You’re looking for your dream home. After months of searching, you find one you love. But there’s a catch. 


You notice a black spot on the wall. Or, you notice a musty, damp odor. Or, you see water damage. 


Or even worse, an inspector finds a full-blown mold problem during an inspection. 


What do you do? Can you sell this home when you know it has mold in it?


What is mold?

Finding mold in a home can be discouraging. Mold is a significant source of indoor air pollution that grows wherever there’s moisture and oxygen. It can grow on wood, paper, carpet, food, and more, and even affect the structure of your home.


And it’s not just black mold. There are many different kinds of mold, including white mold, pink mold, and green mold, to name a few. Many of these types often go overlooked. 


Why is mold so problematic?

Not only is mold aesthetically displeasing, but it can also rot away the surfaces it grows on, making the structural integrity of your home slip. 


Mold produces millions of spores that, when inhaled, can cause many health effects, like skin rash, coughing, wheezing, burning eyes, sore throat, and even mental health effects. Mold can also cause infections in both healthy and immunocompromised people. It’s especially problematic for those with asthma, as it can exacerbate the condition and increase the risk of asthma attacks. 


In some cases, mold can be life-threatening. Mold produces mycotoxins, which although naturally occurring, have been associated with liver cancer and kidney failure, and can damage the brain and central nervous system. And with 45 million buildings and 70% of homes in the U.S. having problematic mold levels, it can be hard to avoid. 


“Certainly it’s been very prevalent in our history in real estate,” said Mark Kibbe, a realtor at Keller Williams Realty. “At the end of the day, it’s really ‘buyer beware.’”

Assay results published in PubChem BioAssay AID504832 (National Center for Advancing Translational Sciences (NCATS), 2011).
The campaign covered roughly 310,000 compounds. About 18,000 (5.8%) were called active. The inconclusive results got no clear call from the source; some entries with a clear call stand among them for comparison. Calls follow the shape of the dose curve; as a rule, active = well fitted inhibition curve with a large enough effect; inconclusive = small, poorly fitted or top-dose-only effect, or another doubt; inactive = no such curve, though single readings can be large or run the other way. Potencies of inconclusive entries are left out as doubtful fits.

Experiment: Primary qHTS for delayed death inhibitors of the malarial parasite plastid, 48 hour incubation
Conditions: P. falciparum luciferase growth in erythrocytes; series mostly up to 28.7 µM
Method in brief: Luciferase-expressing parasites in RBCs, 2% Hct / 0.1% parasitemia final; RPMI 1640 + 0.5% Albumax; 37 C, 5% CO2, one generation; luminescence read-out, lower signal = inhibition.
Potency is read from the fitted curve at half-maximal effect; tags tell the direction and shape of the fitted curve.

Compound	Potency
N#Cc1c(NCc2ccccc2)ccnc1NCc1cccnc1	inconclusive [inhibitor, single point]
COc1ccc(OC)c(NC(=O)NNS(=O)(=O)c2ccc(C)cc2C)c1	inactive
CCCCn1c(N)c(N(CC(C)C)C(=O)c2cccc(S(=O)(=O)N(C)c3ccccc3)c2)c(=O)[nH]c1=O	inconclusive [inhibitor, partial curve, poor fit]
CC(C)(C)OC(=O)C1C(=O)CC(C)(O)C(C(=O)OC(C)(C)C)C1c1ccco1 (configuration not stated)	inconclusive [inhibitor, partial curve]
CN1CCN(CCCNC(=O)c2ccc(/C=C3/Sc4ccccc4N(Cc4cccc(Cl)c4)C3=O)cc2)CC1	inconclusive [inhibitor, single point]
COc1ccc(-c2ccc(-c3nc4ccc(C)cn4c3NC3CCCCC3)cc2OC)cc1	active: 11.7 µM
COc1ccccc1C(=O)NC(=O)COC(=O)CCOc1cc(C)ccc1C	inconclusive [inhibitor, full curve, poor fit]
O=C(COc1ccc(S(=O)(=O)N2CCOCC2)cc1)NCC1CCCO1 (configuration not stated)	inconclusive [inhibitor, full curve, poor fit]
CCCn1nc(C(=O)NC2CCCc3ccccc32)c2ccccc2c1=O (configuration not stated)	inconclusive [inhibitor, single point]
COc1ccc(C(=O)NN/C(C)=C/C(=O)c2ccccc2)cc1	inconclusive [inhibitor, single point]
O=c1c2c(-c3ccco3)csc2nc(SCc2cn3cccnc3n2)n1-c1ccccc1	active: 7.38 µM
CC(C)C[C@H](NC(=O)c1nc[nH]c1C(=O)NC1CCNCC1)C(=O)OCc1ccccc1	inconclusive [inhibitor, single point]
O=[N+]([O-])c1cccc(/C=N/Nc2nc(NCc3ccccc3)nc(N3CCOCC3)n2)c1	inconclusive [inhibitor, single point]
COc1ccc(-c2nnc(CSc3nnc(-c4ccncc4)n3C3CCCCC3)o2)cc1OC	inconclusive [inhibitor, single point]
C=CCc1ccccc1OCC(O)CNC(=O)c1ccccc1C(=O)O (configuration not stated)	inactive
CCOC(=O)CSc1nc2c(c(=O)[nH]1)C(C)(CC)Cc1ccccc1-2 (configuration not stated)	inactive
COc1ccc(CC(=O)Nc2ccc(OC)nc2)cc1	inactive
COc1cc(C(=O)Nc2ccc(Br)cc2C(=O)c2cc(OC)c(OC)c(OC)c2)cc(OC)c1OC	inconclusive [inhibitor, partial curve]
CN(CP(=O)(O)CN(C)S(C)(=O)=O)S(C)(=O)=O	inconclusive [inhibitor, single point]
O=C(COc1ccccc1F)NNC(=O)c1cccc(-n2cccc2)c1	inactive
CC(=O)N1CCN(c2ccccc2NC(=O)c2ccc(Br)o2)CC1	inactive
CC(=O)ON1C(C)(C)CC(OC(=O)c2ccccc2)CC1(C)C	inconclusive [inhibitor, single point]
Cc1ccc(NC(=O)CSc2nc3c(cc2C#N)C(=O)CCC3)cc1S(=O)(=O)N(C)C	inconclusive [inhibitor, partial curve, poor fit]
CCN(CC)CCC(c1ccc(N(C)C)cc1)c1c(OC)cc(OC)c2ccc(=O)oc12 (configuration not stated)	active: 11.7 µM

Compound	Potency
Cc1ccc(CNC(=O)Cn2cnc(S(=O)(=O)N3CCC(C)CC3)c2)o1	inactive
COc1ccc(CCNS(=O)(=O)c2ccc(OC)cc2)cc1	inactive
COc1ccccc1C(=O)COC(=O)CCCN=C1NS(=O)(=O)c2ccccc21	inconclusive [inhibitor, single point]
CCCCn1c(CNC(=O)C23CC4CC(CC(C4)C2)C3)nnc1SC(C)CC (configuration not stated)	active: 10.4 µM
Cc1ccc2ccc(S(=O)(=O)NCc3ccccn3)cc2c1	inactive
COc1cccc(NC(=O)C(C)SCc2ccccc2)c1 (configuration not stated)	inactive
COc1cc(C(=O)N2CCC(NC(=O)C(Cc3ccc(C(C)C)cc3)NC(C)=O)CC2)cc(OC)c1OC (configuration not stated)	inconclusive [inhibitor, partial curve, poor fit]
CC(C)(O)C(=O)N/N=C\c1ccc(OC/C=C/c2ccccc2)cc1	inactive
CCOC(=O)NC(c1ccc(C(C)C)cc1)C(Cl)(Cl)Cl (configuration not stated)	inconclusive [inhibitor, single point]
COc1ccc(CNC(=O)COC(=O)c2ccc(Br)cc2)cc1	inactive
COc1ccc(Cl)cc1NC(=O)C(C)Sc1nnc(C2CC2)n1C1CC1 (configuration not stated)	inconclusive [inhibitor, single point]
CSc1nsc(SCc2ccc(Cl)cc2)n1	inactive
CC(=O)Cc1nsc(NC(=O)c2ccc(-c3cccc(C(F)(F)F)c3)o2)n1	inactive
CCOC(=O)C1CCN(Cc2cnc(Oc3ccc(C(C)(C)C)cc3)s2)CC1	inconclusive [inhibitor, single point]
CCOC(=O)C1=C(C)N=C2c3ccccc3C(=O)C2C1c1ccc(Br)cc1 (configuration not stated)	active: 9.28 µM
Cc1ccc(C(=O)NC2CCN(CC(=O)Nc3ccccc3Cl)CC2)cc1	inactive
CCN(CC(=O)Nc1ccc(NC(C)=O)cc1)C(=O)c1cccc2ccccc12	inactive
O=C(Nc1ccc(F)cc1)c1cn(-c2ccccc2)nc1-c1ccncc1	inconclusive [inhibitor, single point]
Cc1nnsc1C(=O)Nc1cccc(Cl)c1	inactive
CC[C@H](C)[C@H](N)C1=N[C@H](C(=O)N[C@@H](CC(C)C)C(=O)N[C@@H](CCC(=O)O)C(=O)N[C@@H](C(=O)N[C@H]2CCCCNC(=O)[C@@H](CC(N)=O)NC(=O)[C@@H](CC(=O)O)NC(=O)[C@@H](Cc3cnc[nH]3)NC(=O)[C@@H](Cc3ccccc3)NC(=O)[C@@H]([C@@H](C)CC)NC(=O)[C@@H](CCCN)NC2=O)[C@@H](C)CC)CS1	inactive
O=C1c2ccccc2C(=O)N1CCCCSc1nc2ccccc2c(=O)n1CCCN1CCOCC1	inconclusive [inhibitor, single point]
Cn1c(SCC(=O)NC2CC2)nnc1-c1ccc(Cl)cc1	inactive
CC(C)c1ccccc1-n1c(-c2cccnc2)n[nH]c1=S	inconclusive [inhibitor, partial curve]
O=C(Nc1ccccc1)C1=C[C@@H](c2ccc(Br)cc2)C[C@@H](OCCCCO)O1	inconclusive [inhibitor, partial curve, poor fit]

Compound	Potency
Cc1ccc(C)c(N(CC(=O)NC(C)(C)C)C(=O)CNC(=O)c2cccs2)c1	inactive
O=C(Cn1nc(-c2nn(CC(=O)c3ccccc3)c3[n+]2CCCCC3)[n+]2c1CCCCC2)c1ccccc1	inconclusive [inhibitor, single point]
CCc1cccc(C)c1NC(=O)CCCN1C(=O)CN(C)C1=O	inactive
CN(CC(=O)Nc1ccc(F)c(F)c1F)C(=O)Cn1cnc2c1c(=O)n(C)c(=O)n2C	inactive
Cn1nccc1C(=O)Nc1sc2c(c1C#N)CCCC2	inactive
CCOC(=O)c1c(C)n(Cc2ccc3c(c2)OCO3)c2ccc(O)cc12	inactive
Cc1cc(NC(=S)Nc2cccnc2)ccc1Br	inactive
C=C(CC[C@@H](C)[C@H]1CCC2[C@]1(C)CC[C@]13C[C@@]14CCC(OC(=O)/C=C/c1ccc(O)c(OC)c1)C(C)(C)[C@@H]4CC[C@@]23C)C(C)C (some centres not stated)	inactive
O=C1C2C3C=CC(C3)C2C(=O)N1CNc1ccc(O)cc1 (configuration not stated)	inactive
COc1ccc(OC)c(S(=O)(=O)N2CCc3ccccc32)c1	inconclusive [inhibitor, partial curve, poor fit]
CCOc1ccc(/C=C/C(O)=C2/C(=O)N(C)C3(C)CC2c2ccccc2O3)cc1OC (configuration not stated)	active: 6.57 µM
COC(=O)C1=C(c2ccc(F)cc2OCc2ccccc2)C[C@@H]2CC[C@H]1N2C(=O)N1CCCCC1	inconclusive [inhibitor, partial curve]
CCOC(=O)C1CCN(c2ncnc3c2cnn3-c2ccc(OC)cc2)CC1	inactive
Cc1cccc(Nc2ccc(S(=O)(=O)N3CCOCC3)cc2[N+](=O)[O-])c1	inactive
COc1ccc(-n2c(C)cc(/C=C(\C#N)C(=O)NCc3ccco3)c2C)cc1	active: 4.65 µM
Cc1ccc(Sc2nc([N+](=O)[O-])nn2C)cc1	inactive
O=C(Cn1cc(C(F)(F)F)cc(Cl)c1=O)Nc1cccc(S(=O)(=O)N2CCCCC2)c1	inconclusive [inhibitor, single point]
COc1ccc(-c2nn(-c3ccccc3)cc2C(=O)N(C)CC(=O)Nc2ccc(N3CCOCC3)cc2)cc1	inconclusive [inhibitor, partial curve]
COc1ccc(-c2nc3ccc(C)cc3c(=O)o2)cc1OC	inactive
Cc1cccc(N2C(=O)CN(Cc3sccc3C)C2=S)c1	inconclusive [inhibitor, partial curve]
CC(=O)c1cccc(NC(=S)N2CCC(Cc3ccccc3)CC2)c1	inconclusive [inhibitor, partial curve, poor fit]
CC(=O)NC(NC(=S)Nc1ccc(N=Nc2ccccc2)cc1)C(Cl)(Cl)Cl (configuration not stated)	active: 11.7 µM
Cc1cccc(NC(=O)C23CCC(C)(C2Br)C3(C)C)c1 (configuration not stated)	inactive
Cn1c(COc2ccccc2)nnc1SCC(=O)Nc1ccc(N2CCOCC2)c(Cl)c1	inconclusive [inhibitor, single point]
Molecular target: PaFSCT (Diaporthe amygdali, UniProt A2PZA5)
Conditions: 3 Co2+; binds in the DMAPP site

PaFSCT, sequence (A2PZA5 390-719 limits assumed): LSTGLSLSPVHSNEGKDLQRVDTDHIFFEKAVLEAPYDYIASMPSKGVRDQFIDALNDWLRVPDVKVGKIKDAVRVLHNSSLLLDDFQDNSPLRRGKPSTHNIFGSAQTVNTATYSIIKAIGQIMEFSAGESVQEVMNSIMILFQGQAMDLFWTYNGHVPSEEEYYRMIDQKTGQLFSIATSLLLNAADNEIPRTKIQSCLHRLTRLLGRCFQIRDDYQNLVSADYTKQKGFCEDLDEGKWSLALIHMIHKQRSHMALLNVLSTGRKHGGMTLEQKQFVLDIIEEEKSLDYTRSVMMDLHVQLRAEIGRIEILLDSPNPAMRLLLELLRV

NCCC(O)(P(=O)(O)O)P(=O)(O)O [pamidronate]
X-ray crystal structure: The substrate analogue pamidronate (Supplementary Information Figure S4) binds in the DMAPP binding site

What should you look out for when buying or selling a home?

If a specific area of the home experiences constant moisture, it can be expected that mold will grow. It is especially common in leaky areas, like around roofs, pipes, or windows. 


Mark said a home’s attic is one of the most significant areas to watch out for. Oftentimes, the bathroom fan will vent into the attic, releasing humid air. When the air doesn’t vent out the roof, the moisture accumulates, causing mold. 


“Moisture equals mold usually,” said Rachael Kibbe, Mark’s wife, business partner, and a realtor at Keller Williams Realty. “It involves a lot of areas of the home.”

How do you know mold is a problem?

This is why it’s essential to do air quality testing. 


“You can see what you can see at that first initial look at the house,” Mark said. “But you need to think, ‘What do I have to do to go further?’ You as a buyer really need to come in with your eyes open and have experts help you.”


What is the solution?

Air purification is essential when you do air quality testing and find a problem. 


The Austin Air HealthMate removes up to 99.97% of airborne contaminants, including mold spores. 60 square feet of medical-grade HEPA will effectively remove mold spores from the air, while the blend of activated carbon and zeolite will take care of the mycotoxins that can occur when mold is present. 


Learn more about mold testing, remediation, and health impacts at 

Or shop the HealthMate here: